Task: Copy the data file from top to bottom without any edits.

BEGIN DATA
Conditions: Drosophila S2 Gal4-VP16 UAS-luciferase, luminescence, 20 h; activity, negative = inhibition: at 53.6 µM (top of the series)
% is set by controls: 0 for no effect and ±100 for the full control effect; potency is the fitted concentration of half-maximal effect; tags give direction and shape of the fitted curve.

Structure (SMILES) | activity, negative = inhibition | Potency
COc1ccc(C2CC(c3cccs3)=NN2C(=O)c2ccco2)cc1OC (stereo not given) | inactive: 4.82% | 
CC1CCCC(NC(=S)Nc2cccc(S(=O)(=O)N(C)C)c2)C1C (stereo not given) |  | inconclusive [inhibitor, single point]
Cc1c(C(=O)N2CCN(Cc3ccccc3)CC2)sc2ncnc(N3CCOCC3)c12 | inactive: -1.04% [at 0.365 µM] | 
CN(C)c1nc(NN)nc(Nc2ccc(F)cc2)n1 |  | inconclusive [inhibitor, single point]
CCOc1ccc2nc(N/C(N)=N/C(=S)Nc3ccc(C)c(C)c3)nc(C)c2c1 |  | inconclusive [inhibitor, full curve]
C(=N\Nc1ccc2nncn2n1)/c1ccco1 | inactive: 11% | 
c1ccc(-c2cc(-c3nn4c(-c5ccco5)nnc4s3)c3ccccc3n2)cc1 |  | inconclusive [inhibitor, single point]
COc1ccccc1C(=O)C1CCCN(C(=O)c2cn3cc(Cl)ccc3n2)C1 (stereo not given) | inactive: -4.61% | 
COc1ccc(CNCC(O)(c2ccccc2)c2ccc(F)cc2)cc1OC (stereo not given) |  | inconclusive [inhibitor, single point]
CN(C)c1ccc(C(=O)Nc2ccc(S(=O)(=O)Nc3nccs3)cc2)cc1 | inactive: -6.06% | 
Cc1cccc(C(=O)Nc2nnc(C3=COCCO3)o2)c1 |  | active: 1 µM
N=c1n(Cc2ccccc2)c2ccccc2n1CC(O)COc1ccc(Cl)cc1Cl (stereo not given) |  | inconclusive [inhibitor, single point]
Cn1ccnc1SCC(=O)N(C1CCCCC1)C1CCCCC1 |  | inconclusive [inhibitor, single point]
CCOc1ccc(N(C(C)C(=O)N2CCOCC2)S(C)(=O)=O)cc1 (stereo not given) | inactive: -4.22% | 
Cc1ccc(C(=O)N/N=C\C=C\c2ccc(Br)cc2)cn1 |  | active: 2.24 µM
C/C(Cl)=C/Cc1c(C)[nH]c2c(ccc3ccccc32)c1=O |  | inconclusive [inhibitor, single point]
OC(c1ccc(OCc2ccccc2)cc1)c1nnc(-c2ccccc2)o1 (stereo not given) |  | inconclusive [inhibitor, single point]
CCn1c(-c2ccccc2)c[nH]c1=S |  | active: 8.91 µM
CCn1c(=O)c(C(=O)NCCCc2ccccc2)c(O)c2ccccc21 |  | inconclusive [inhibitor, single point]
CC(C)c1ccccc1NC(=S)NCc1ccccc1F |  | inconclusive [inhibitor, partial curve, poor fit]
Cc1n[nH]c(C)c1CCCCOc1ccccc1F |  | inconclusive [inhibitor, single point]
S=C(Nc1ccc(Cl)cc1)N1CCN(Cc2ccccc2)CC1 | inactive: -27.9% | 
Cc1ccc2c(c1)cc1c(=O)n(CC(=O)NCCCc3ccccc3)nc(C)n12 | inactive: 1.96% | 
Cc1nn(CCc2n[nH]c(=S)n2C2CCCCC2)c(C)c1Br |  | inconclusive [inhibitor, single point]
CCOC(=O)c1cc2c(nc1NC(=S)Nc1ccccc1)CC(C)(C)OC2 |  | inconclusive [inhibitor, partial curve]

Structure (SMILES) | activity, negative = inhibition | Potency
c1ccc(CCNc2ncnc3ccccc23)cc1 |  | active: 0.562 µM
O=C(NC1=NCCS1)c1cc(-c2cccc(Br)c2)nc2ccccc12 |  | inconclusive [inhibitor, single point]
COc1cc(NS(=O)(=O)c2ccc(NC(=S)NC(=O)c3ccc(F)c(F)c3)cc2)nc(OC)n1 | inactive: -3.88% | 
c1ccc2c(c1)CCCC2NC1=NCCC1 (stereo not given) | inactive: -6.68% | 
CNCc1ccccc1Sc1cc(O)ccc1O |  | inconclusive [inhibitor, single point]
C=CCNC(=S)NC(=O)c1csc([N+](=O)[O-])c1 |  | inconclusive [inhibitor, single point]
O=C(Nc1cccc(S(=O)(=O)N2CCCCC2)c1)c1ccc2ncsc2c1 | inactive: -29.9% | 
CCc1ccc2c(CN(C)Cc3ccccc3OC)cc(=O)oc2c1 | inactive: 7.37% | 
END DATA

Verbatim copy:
Conditions: Drosophila S2 Gal4-VP16 UAS-luciferase, luminescence, 20 h; activity, negative = inhibition: at 53.6 µM (top of the series)
% is set by controls: 0 for no effect and ±100 for the full control effect; potency is the fitted concentration of half-maximal effect; tags give direction and shape of the fitted curve.

Structure (SMILES) | activity, negative = inhibition | Potency
COc1ccc(C2CC(c3cccs3)=NN2C(=O)c2ccco2)cc1OC (stereo not given) | inactive: 4.82% | 
CC1CCCC(NC(=S)Nc2cccc(S(=O)(=O)N(C)C)c2)C1C (stereo not given) |  | inconclusive [inhibitor, single point]
Cc1c(C(=O)N2CCN(Cc3ccccc3)CC2)sc2ncnc(N3CCOCC3)c12 | inactive: -1.04% [at 0.365 µM] | 
CN(C)c1nc(NN)nc(Nc2ccc(F)cc2)n1 |  | inconclusive [inhibitor, single point]
CCOc1ccc2nc(N/C(N)=N/C(=S)Nc3ccc(C)c(C)c3)nc(C)c2c1 |  | inconclusive [inhibitor, full curve]
C(=N\Nc1ccc2nncn2n1)/c1ccco1 | inactive: 11% | 
c1ccc(-c2cc(-c3nn4c(-c5ccco5)nnc4s3)c3ccccc3n2)cc1 |  | inconclusive [inhibitor, single point]
COc1ccccc1C(=O)C1CCCN(C(=O)c2cn3cc(Cl)ccc3n2)C1 (stereo not given) | inactive: -4.61% | 
COc1ccc(CNCC(O)(c2ccccc2)c2ccc(F)cc2)cc1OC (stereo not given) |  | inconclusive [inhibitor, single point]
CN(C)c1ccc(C(=O)Nc2ccc(S(=O)(=O)Nc3nccs3)cc2)cc1 | inactive: -6.06% | 
Cc1cccc(C(=O)Nc2nnc(C3=COCCO3)o2)c1 |  | active: 1 µM
N=c1n(Cc2ccccc2)c2ccccc2n1CC(O)COc1ccc(Cl)cc1Cl (stereo not given) |  | inconclusive [inhibitor, single point]
Cn1ccnc1SCC(=O)N(C1CCCCC1)C1CCCCC1 |  | inconclusive [inhibitor, single point]
CCOc1ccc(N(C(C)C(=O)N2CCOCC2)S(C)(=O)=O)cc1 (stereo not given) | inactive: -4.22% | 
Cc1ccc(C(=O)N/N=C\C=C\c2ccc(Br)cc2)cn1 |  | active: 2.24 µM
C/C(Cl)=C/Cc1c(C)[nH]c2c(ccc3ccccc32)c1=O |  | inconclusive [inhibitor, single point]
OC(c1ccc(OCc2ccccc2)cc1)c1nnc(-c2ccccc2)o1 (stereo not given) |  | inconclusive [inhibitor, single point]
CCn1c(-c2ccccc2)c[nH]c1=S |  | active: 8.91 µM
CCn1c(=O)c(C(=O)NCCCc2ccccc2)c(O)c2ccccc21 |  | inconclusive [inhibitor, single point]
CC(C)c1ccccc1NC(=S)NCc1ccccc1F |  | inconclusive [inhibitor, partial curve, poor fit]
Cc1n[nH]c(C)c1CCCCOc1ccccc1F |  | inconclusive [inhibitor, single point]
S=C(Nc1ccc(Cl)cc1)N1CCN(Cc2ccccc2)CC1 | inactive: -27.9% | 
Cc1ccc2c(c1)cc1c(=O)n(CC(=O)NCCCc3ccccc3)nc(C)n12 | inactive: 1.96% | 
Cc1nn(CCc2n[nH]c(=S)n2C2CCCCC2)c(C)c1Br |  | inconclusive [inhibitor, single point]
CCOC(=O)c1cc2c(nc1NC(=S)Nc1ccccc1)CC(C)(C)OC2 |  | inconclusive [inhibitor, partial curve]

Structure (SMILES) | activity, negative = inhibition | Potency
c1ccc(CCNc2ncnc3ccccc23)cc1 |  | active: 0.562 µM
O=C(NC1=NCCS1)c1cc(-c2cccc(Br)c2)nc2ccccc12 |  | inconclusive [inhibitor, single point]
COc1cc(NS(=O)(=O)c2ccc(NC(=S)NC(=O)c3ccc(F)c(F)c3)cc2)nc(OC)n1 | inactive: -3.88% | 
c1ccc2c(c1)CCCC2NC1=NCCC1 (stereo not given) | inactive: -6.68% | 
CNCc1ccccc1Sc1cc(O)ccc1O |  | inconclusive [inhibitor, single point]
C=CCNC(=S)NC(=O)c1csc([N+](=O)[O-])c1 |  | inconclusive [inhibitor, single point]
O=C(Nc1cccc(S(=O)(=O)N2CCCCC2)c1)c1ccc2ncsc2c1 | inactive: -29.9% | 
CCc1ccc2c(CN(C)Cc3ccccc3OC)cc(=O)oc2c1 | inactive: 7.37% | 